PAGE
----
Dean's Lecture Series: Nature Matters for Black Lives: Disrupting Narratives about Race and Place
From Rob Peeler
Nature supports human health and wellbeing in numerous ways, including through outdoor recreation experiences. Troublingly, access to parks, public greenspace, and other natural recreation environments is often constrained for Black Americans and other communities of color. This means that the benefits of contact with nature are not fully realized by all people.
In the lecture, Floyd draws attention to the different ways Black Americans have been represented in the research literature on race and outdoor leisure. He highlighted how dominant narratives influence the way that research questions and policy responses are framed. He also presented counter narratives that disrupt and challenge whiteness in outdoor leisure settings. These counter narratives invite timely discussions around our conceptualizations of nature and outdoor leisure experiences with implications for public lands management and human health and wellbeing.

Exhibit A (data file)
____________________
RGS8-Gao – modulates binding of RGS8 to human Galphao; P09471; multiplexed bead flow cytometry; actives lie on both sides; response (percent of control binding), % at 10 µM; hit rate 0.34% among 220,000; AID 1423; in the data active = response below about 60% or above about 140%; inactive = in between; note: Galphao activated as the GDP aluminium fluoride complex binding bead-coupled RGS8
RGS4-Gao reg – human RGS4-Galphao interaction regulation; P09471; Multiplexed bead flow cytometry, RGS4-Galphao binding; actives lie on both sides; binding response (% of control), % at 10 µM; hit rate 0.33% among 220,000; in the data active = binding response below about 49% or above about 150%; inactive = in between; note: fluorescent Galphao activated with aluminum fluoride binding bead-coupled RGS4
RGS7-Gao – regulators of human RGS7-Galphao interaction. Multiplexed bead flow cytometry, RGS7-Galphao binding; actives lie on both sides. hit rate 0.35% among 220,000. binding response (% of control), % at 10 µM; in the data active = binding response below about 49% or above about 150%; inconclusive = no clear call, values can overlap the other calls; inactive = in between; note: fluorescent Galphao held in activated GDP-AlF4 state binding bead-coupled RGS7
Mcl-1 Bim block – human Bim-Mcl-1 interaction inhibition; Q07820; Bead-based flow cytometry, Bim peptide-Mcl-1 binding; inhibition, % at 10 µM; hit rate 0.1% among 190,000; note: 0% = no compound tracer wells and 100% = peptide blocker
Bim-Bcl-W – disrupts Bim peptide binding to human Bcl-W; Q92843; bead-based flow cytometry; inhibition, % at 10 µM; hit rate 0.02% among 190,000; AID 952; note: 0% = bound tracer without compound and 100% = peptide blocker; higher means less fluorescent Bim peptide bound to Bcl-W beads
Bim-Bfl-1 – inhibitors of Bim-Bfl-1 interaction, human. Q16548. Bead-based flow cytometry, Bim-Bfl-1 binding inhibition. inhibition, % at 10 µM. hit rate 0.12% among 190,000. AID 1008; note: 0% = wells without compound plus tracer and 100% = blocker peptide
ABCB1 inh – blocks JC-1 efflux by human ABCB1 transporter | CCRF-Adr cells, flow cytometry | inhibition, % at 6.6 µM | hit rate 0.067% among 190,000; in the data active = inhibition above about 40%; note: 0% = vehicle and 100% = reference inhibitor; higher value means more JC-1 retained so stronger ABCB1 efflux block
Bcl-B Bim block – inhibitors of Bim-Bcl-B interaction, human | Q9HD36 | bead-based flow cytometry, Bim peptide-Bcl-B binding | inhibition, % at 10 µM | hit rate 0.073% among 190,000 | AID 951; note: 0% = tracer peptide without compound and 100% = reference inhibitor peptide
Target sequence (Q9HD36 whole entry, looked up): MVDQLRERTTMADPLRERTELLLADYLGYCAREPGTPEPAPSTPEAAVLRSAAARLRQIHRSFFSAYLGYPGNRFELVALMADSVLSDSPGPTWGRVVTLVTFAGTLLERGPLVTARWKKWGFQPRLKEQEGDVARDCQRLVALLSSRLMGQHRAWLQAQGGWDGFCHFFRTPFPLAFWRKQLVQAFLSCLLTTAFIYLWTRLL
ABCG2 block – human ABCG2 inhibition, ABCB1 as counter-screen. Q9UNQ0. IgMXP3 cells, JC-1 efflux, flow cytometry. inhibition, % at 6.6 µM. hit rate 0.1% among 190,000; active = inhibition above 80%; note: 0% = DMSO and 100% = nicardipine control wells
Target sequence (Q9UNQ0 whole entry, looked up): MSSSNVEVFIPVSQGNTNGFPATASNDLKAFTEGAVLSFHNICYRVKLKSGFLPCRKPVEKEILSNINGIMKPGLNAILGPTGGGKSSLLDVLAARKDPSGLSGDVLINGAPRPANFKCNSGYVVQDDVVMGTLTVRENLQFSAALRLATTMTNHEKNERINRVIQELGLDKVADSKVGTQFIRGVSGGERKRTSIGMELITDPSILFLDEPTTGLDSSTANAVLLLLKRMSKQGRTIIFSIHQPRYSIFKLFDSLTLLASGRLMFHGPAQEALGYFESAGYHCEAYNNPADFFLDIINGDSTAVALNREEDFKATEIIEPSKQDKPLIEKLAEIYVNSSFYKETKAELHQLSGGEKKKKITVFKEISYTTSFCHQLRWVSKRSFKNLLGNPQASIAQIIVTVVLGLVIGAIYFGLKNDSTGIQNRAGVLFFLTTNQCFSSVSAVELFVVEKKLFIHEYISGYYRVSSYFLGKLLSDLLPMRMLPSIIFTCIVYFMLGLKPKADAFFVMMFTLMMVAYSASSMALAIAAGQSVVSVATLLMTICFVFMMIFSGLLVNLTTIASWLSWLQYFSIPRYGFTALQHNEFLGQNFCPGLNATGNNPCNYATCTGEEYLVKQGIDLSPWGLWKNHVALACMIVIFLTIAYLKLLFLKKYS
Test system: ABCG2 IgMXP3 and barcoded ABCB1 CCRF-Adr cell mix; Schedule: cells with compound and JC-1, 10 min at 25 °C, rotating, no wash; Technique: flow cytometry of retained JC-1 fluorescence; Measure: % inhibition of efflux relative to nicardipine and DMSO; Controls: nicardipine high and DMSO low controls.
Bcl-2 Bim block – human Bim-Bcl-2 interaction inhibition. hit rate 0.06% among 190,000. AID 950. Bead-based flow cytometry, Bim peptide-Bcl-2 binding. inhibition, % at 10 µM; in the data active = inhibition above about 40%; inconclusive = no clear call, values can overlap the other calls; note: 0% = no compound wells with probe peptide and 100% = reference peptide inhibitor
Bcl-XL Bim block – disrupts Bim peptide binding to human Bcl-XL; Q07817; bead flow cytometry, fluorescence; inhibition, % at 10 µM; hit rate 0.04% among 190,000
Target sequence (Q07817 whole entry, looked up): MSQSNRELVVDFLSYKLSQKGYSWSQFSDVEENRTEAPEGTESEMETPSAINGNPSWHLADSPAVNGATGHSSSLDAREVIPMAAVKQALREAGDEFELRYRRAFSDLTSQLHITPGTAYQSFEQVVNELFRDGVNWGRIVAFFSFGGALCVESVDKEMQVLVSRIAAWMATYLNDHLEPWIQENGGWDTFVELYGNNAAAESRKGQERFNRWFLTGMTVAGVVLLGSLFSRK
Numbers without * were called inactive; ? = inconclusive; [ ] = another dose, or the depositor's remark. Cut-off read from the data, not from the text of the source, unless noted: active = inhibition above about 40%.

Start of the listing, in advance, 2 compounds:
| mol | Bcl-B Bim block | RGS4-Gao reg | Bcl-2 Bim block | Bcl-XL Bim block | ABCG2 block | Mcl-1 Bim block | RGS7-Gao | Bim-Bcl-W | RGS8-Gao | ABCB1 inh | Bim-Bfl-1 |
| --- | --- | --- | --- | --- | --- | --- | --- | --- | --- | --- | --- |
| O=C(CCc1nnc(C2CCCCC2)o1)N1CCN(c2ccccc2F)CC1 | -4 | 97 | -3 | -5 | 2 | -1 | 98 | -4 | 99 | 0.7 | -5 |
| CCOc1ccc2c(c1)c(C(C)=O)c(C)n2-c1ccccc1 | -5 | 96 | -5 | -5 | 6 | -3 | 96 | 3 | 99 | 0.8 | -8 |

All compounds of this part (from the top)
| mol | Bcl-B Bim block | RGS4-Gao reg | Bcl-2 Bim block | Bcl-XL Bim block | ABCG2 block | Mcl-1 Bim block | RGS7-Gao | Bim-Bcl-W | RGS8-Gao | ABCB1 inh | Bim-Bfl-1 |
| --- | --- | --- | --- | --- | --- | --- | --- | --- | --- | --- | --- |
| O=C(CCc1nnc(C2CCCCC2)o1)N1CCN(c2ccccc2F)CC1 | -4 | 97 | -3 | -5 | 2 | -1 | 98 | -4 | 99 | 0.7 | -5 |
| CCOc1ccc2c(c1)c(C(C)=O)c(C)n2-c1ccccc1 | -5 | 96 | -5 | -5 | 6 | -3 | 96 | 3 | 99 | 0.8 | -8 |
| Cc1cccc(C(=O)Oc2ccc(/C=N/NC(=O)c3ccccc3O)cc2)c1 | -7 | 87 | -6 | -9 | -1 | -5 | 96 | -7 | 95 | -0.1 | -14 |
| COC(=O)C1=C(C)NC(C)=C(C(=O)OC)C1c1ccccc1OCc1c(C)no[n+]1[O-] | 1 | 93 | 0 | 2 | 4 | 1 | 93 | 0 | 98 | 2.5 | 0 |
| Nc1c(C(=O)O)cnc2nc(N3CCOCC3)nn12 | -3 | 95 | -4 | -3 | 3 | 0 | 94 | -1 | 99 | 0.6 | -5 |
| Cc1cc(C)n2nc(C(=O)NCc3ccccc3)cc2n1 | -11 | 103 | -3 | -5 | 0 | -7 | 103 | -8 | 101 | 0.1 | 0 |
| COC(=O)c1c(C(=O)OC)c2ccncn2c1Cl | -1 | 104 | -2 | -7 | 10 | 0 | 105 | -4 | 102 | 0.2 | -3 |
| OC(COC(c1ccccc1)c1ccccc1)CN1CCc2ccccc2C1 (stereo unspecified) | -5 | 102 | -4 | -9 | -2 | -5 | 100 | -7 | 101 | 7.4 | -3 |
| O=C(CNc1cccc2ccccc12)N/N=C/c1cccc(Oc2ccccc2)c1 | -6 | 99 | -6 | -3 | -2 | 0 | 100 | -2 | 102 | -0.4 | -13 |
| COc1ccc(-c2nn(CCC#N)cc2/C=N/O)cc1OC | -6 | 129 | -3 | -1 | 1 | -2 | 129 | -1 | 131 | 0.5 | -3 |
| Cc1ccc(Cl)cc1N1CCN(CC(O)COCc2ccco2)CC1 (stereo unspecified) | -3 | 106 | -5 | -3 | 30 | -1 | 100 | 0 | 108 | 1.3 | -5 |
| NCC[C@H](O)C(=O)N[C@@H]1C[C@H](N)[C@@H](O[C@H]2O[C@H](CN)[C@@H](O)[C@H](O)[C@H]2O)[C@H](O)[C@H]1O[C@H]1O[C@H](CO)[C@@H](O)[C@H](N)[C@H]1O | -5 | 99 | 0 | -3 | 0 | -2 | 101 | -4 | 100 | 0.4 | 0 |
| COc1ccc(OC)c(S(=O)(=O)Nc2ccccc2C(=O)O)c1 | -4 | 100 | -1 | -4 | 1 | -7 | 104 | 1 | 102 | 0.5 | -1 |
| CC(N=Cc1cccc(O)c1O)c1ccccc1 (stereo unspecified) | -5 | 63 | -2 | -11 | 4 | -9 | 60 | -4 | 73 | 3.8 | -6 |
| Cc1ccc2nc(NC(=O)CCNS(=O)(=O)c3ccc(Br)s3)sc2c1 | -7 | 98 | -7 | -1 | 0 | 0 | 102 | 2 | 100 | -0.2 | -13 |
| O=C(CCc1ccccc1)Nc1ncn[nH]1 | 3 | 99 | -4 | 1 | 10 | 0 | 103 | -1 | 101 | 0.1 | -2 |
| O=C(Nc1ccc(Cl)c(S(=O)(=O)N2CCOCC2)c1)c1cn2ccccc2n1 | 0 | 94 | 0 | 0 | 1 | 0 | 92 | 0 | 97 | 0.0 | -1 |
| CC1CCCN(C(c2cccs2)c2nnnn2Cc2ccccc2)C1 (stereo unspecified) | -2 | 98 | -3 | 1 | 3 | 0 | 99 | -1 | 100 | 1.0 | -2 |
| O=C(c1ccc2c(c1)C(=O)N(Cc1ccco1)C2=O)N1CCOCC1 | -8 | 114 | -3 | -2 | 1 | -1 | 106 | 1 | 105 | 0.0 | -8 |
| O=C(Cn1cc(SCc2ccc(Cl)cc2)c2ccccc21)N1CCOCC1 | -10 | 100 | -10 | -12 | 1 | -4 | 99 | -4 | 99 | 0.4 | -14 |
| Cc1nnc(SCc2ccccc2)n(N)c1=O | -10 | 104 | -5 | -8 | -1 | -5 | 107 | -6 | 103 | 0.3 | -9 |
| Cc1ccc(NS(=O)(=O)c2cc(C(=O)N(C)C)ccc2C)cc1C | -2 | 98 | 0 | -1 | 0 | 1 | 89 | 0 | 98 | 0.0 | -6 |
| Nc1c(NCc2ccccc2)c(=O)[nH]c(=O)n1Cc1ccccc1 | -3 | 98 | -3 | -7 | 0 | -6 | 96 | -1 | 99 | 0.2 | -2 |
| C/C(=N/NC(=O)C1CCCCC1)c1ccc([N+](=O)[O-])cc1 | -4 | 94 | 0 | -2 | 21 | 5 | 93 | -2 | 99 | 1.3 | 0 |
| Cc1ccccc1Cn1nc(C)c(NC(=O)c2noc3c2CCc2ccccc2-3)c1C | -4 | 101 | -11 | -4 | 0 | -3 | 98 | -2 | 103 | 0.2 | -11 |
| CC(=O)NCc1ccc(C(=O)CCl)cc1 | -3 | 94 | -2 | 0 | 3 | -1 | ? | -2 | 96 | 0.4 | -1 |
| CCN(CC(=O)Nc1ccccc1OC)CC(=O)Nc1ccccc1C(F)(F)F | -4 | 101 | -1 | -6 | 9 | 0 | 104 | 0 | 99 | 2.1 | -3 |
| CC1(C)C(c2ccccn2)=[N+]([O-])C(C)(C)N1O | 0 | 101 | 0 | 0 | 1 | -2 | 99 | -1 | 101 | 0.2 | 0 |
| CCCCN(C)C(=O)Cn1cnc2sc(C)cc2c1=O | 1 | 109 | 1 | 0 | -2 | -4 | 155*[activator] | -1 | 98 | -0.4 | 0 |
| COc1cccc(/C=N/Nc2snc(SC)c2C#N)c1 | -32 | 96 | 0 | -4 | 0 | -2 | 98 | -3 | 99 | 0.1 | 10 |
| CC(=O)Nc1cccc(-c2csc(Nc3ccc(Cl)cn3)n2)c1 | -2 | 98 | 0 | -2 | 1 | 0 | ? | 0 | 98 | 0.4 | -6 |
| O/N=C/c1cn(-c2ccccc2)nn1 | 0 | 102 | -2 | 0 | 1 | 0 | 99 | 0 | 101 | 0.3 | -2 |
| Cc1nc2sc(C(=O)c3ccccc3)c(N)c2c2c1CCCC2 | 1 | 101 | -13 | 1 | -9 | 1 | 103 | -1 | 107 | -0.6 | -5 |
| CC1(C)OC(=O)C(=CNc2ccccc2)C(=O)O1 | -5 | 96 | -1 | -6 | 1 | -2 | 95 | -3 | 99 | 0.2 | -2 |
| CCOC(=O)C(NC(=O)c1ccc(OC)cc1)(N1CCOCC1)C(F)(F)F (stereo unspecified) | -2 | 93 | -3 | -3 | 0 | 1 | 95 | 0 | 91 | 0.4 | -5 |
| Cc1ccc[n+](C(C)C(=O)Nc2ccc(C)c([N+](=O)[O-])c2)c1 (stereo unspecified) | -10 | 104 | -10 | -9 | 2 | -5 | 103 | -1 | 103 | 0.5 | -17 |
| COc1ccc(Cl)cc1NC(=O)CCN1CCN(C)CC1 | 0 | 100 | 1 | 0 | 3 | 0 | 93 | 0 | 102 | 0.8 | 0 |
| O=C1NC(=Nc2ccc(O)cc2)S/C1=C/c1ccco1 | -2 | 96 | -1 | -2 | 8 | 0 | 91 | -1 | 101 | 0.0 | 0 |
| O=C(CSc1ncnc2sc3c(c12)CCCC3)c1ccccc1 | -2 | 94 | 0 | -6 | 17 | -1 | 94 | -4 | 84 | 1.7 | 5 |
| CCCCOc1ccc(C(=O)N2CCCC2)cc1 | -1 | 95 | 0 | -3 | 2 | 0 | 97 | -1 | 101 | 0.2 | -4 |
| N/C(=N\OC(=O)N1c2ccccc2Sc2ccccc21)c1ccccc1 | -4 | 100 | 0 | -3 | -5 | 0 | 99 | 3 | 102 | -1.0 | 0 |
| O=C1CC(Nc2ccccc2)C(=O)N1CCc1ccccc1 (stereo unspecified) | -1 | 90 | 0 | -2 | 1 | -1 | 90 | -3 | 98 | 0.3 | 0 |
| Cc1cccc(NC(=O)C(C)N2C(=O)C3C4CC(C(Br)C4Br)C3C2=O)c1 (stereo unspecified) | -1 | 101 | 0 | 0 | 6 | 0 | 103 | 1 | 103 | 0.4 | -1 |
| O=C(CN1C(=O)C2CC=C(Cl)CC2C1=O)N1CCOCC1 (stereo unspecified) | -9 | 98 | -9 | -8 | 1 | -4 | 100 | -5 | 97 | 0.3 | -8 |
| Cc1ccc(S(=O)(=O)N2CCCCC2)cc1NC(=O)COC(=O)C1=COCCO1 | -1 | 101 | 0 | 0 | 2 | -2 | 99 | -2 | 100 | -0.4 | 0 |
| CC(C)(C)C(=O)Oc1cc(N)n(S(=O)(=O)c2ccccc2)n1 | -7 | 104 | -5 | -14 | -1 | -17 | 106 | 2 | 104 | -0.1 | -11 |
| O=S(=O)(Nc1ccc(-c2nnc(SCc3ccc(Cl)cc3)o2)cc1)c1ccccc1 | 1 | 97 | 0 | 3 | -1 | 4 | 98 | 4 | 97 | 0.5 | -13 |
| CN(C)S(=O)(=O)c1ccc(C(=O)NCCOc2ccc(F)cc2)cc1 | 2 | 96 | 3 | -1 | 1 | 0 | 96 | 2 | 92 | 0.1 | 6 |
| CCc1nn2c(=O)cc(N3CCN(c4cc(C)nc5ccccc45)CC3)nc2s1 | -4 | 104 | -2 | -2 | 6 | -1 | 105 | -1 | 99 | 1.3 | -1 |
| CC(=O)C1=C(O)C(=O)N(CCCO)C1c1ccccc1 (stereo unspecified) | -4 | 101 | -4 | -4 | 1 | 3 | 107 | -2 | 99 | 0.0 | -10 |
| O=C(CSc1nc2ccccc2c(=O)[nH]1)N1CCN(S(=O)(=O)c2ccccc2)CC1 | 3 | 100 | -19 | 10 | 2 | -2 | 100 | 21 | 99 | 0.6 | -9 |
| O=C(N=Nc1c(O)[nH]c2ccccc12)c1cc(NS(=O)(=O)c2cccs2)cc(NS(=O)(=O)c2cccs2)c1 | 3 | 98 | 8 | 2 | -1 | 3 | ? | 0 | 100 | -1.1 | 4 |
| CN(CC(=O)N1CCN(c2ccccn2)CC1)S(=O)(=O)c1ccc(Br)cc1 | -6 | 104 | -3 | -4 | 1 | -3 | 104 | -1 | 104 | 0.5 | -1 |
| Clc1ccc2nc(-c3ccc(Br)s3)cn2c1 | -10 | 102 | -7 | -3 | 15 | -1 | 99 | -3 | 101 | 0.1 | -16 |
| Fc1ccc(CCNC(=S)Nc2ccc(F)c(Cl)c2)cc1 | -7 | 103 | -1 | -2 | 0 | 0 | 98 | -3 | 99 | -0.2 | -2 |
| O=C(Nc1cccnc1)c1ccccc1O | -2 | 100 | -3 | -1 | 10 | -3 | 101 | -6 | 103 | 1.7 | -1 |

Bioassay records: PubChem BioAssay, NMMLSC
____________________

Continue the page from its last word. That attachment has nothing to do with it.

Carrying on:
The question-and-answer session was moderated by Craig J. Newschaffer, Raymond E. and Erin Stuart Schultz Dean of the College of Health and Human Development, host of the series.
About the Speaker
Dean Myron Floyd is widely recognized as a leading scholar focused on understanding race and ethnic patterns in outdoor recreation behavior. His most recent research examines how public parks and green spaces and other features of the built environment contribute to physical activity in low-income communities of color. He is co-author of "Race, Ethnicity, and Leisure: Perspectives on Research, Theory and Practice from Human Kinetics." He is the author of 95 peer-reviewed journal articles, 22 peer-reviewed monographs and proceedings papers, 18 book chapters, and more than 100 presentation papers and abstracts.
In 2008, Floyd was awarded the Theodore and Franklin Roosevelt Award, the highest award for research excellence from the National Recreation and Park Association. He is an elected fellow of the Academy of Leisure Sciences and the American Academy of Park and Recreation Administration.